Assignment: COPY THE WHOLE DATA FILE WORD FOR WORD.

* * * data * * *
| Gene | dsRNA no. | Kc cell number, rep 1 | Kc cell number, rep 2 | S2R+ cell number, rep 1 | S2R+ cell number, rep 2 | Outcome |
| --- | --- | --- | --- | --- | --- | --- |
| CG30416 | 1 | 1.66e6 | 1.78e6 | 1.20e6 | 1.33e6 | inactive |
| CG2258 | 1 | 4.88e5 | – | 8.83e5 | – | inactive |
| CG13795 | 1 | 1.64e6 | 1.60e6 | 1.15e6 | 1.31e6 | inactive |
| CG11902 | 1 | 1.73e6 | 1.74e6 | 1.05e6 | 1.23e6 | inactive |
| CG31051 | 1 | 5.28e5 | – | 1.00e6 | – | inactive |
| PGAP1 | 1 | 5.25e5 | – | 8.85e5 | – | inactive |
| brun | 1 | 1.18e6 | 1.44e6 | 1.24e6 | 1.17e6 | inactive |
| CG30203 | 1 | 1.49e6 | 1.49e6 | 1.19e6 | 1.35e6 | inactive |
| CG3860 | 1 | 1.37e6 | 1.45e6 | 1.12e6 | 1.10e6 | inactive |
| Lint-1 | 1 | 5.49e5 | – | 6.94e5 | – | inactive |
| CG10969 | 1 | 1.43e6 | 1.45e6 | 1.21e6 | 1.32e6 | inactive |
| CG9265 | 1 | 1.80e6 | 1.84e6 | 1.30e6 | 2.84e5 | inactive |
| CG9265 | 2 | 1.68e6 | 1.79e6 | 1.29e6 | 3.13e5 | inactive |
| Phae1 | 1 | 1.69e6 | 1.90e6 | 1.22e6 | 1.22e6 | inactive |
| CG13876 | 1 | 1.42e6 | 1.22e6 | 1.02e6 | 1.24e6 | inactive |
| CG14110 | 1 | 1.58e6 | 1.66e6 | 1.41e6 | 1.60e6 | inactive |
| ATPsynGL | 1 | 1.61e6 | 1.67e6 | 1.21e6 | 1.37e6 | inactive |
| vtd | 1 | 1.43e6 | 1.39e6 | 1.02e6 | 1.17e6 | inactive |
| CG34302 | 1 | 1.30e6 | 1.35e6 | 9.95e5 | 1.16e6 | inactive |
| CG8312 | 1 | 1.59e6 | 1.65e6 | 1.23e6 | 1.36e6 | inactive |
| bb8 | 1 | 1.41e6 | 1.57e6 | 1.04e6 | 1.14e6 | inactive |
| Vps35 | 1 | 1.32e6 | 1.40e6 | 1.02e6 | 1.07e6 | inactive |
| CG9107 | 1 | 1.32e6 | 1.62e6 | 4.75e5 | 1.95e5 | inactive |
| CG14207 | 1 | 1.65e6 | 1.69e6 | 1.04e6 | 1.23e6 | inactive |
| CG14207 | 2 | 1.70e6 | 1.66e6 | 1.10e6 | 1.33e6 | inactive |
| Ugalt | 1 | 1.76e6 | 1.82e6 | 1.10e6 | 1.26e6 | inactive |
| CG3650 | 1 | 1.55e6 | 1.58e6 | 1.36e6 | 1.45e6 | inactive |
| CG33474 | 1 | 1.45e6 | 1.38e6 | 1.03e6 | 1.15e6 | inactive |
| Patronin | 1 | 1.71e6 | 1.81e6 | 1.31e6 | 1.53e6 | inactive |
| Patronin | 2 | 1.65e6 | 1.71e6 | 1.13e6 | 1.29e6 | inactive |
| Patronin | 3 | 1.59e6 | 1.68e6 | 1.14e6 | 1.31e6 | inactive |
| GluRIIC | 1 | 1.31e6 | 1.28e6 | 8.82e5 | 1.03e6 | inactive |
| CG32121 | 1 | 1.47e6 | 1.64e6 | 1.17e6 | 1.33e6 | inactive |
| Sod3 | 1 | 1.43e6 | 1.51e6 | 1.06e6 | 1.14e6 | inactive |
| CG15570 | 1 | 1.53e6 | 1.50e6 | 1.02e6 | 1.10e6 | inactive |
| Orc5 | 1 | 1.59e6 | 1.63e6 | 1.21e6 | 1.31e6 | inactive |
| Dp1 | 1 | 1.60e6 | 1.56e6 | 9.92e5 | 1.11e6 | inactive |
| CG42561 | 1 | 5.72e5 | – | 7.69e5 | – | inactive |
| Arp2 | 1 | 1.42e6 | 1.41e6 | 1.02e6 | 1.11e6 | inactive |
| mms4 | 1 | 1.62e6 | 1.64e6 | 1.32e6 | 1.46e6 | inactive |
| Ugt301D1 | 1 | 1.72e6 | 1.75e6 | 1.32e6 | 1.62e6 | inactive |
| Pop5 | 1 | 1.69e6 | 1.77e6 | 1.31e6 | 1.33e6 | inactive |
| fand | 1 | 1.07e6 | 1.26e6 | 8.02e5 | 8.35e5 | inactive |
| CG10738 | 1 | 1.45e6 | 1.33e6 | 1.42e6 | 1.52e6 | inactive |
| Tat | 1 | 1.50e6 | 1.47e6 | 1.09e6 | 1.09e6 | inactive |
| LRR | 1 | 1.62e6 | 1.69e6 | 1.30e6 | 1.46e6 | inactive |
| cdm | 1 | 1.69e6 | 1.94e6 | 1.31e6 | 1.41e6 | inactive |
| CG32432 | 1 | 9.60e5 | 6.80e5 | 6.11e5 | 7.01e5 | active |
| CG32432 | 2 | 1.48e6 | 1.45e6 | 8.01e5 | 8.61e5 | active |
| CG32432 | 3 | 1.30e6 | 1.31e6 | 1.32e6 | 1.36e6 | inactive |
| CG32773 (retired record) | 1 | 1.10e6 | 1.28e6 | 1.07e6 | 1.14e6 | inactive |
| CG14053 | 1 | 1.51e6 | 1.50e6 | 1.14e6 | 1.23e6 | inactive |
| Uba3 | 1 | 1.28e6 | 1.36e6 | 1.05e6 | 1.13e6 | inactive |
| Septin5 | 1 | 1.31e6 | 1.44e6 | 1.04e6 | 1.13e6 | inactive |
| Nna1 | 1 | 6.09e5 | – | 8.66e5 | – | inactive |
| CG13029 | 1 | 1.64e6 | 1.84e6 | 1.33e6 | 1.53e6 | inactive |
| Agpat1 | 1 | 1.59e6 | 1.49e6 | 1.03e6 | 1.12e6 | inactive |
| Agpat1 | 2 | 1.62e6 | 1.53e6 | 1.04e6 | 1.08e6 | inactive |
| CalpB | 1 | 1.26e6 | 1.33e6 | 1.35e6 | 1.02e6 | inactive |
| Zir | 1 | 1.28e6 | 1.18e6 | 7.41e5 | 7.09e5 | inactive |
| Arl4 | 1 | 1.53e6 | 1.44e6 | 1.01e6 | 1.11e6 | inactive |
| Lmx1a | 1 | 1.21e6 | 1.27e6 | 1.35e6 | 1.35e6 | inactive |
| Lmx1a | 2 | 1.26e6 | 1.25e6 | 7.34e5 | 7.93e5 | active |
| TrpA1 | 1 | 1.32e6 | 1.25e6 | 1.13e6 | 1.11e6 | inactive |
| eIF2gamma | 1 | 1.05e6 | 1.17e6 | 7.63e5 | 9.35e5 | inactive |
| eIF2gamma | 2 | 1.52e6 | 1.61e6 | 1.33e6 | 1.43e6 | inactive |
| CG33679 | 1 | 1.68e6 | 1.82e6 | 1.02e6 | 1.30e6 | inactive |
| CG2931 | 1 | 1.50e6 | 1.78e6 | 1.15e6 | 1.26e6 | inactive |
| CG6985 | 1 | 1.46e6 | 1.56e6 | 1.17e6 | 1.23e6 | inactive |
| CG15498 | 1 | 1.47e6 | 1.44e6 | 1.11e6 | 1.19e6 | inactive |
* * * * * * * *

| Gene | dsRNA no. | Kc cell number, rep 1 | Kc cell number, rep 2 | S2R+ cell number, rep 1 | S2R+ cell number, rep 2 | Outcome |
| --- | --- | --- | --- | --- | --- | --- |
| CG30416 | 1 | 1.66e6 | 1.78e6 | 1.20e6 | 1.33e6 | inactive |
| CG2258 | 1 | 4.88e5 | – | 8.83e5 | – | inactive |
| CG13795 | 1 | 1.64e6 | 1.60e6 | 1.15e6 | 1.31e6 | inactive |
| CG11902 | 1 | 1.73e6 | 1.74e6 | 1.05e6 | 1.23e6 | inactive |
| CG31051 | 1 | 5.28e5 | – | 1.00e6 | – | inactive |
| PGAP1 | 1 | 5.25e5 | – | 8.85e5 | – | inactive |
| brun | 1 | 1.18e6 | 1.44e6 | 1.24e6 | 1.17e6 | inactive |
| CG30203 | 1 | 1.49e6 | 1.49e6 | 1.19e6 | 1.35e6 | inactive |
| CG3860 | 1 | 1.37e6 | 1.45e6 | 1.12e6 | 1.10e6 | inactive |
| Lint-1 | 1 | 5.49e5 | – | 6.94e5 | – | inactive |
| CG10969 | 1 | 1.43e6 | 1.45e6 | 1.21e6 | 1.32e6 | inactive |
| CG9265 | 1 | 1.80e6 | 1.84e6 | 1.30e6 | 2.84e5 | inactive |
| CG9265 | 2 | 1.68e6 | 1.79e6 | 1.29e6 | 3.13e5 | inactive |
| Phae1 | 1 | 1.69e6 | 1.90e6 | 1.22e6 | 1.22e6 | inactive |
| CG13876 | 1 | 1.42e6 | 1.22e6 | 1.02e6 | 1.24e6 | inactive |
| CG14110 | 1 | 1.58e6 | 1.66e6 | 1.41e6 | 1.60e6 | inactive |
| ATPsynGL | 1 | 1.61e6 | 1.67e6 | 1.21e6 | 1.37e6 | inactive |
| vtd | 1 | 1.43e6 | 1.39e6 | 1.02e6 | 1.17e6 | inactive |
| CG34302 | 1 | 1.30e6 | 1.35e6 | 9.95e5 | 1.16e6 | inactive |
| CG8312 | 1 | 1.59e6 | 1.65e6 | 1.23e6 | 1.36e6 | inactive |
| bb8 | 1 | 1.41e6 | 1.57e6 | 1.04e6 | 1.14e6 | inactive |
| Vps35 | 1 | 1.32e6 | 1.40e6 | 1.02e6 | 1.07e6 | inactive |
| CG9107 | 1 | 1.32e6 | 1.62e6 | 4.75e5 | 1.95e5 | inactive |
| CG14207 | 1 | 1.65e6 | 1.69e6 | 1.04e6 | 1.23e6 | inactive |
| CG14207 | 2 | 1.70e6 | 1.66e6 | 1.10e6 | 1.33e6 | inactive |
| Ugalt | 1 | 1.76e6 | 1.82e6 | 1.10e6 | 1.26e6 | inactive |
| CG3650 | 1 | 1.55e6 | 1.58e6 | 1.36e6 | 1.45e6 | inactive |
| CG33474 | 1 | 1.45e6 | 1.38e6 | 1.03e6 | 1.15e6 | inactive |
| Patronin | 1 | 1.71e6 | 1.81e6 | 1.31e6 | 1.53e6 | inactive |
| Patronin | 2 | 1.65e6 | 1.71e6 | 1.13e6 | 1.29e6 | inactive |
| Patronin | 3 | 1.59e6 | 1.68e6 | 1.14e6 | 1.31e6 | inactive |
| GluRIIC | 1 | 1.31e6 | 1.28e6 | 8.82e5 | 1.03e6 | inactive |
| CG32121 | 1 | 1.47e6 | 1.64e6 | 1.17e6 | 1.33e6 | inactive |
| Sod3 | 1 | 1.43e6 | 1.51e6 | 1.06e6 | 1.14e6 | inactive |
| CG15570 | 1 | 1.53e6 | 1.50e6 | 1.02e6 | 1.10e6 | inactive |
| Orc5 | 1 | 1.59e6 | 1.63e6 | 1.21e6 | 1.31e6 | inactive |
| Dp1 | 1 | 1.60e6 | 1.56e6 | 9.92e5 | 1.11e6 | inactive |
| CG42561 | 1 | 5.72e5 | – | 7.69e5 | – | inactive |
| Arp2 | 1 | 1.42e6 | 1.41e6 | 1.02e6 | 1.11e6 | inactive |
| mms4 | 1 | 1.62e6 | 1.64e6 | 1.32e6 | 1.46e6 | inactive |
| Ugt301D1 | 1 | 1.72e6 | 1.75e6 | 1.32e6 | 1.62e6 | inactive |
| Pop5 | 1 | 1.69e6 | 1.77e6 | 1.31e6 | 1.33e6 | inactive |
| fand | 1 | 1.07e6 | 1.26e6 | 8.02e5 | 8.35e5 | inactive |
| CG10738 | 1 | 1.45e6 | 1.33e6 | 1.42e6 | 1.52e6 | inactive |
| Tat | 1 | 1.50e6 | 1.47e6 | 1.09e6 | 1.09e6 | inactive |
| LRR | 1 | 1.62e6 | 1.69e6 | 1.30e6 | 1.46e6 | inactive |
| cdm | 1 | 1.69e6 | 1.94e6 | 1.31e6 | 1.41e6 | inactive |
| CG32432 | 1 | 9.60e5 | 6.80e5 | 6.11e5 | 7.01e5 | active |
| CG32432 | 2 | 1.48e6 | 1.45e6 | 8.01e5 | 8.61e5 | active |
| CG32432 | 3 | 1.30e6 | 1.31e6 | 1.32e6 | 1.36e6 | inactive |
| CG32773 (retired record) | 1 | 1.10e6 | 1.28e6 | 1.07e6 | 1.14e6 | inactive |
| CG14053 | 1 | 1.51e6 | 1.50e6 | 1.14e6 | 1.23e6 | inactive |
| Uba3 | 1 | 1.28e6 | 1.36e6 | 1.05e6 | 1.13e6 | inactive |
| Septin5 | 1 | 1.31e6 | 1.44e6 | 1.04e6 | 1.13e6 | inactive |
| Nna1 | 1 | 6.09e5 | – | 8.66e5 | – | inactive |
| CG13029 | 1 | 1.64e6 | 1.84e6 | 1.33e6 | 1.53e6 | inactive |
| Agpat1 | 1 | 1.59e6 | 1.49e6 | 1.03e6 | 1.12e6 | inactive |
| Agpat1 | 2 | 1.62e6 | 1.53e6 | 1.04e6 | 1.08e6 | inactive |
| CalpB | 1 | 1.26e6 | 1.33e6 | 1.35e6 | 1.02e6 | inactive |
| Zir | 1 | 1.28e6 | 1.18e6 | 7.41e5 | 7.09e5 | inactive |
| Arl4 | 1 | 1.53e6 | 1.44e6 | 1.01e6 | 1.11e6 | inactive |
| Lmx1a | 1 | 1.21e6 | 1.27e6 | 1.35e6 | 1.35e6 | inactive |
| Lmx1a | 2 | 1.26e6 | 1.25e6 | 7.34e5 | 7.93e5 | active |
| TrpA1 | 1 | 1.32e6 | 1.25e6 | 1.13e6 | 1.11e6 | inactive |
| eIF2gamma | 1 | 1.05e6 | 1.17e6 | 7.63e5 | 9.35e5 | inactive |
| eIF2gamma | 2 | 1.52e6 | 1.61e6 | 1.33e6 | 1.43e6 | inactive |
| CG33679 | 1 | 1.68e6 | 1.82e6 | 1.02e6 | 1.30e6 | inactive |
| CG2931 | 1 | 1.50e6 | 1.78e6 | 1.15e6 | 1.26e6 | inactive |
| CG6985 | 1 | 1.46e6 | 1.56e6 | 1.17e6 | 1.23e6 | inactive |
| CG15498 | 1 | 1.47e6 | 1.44e6 | 1.11e6 | 1.19e6 | inactive |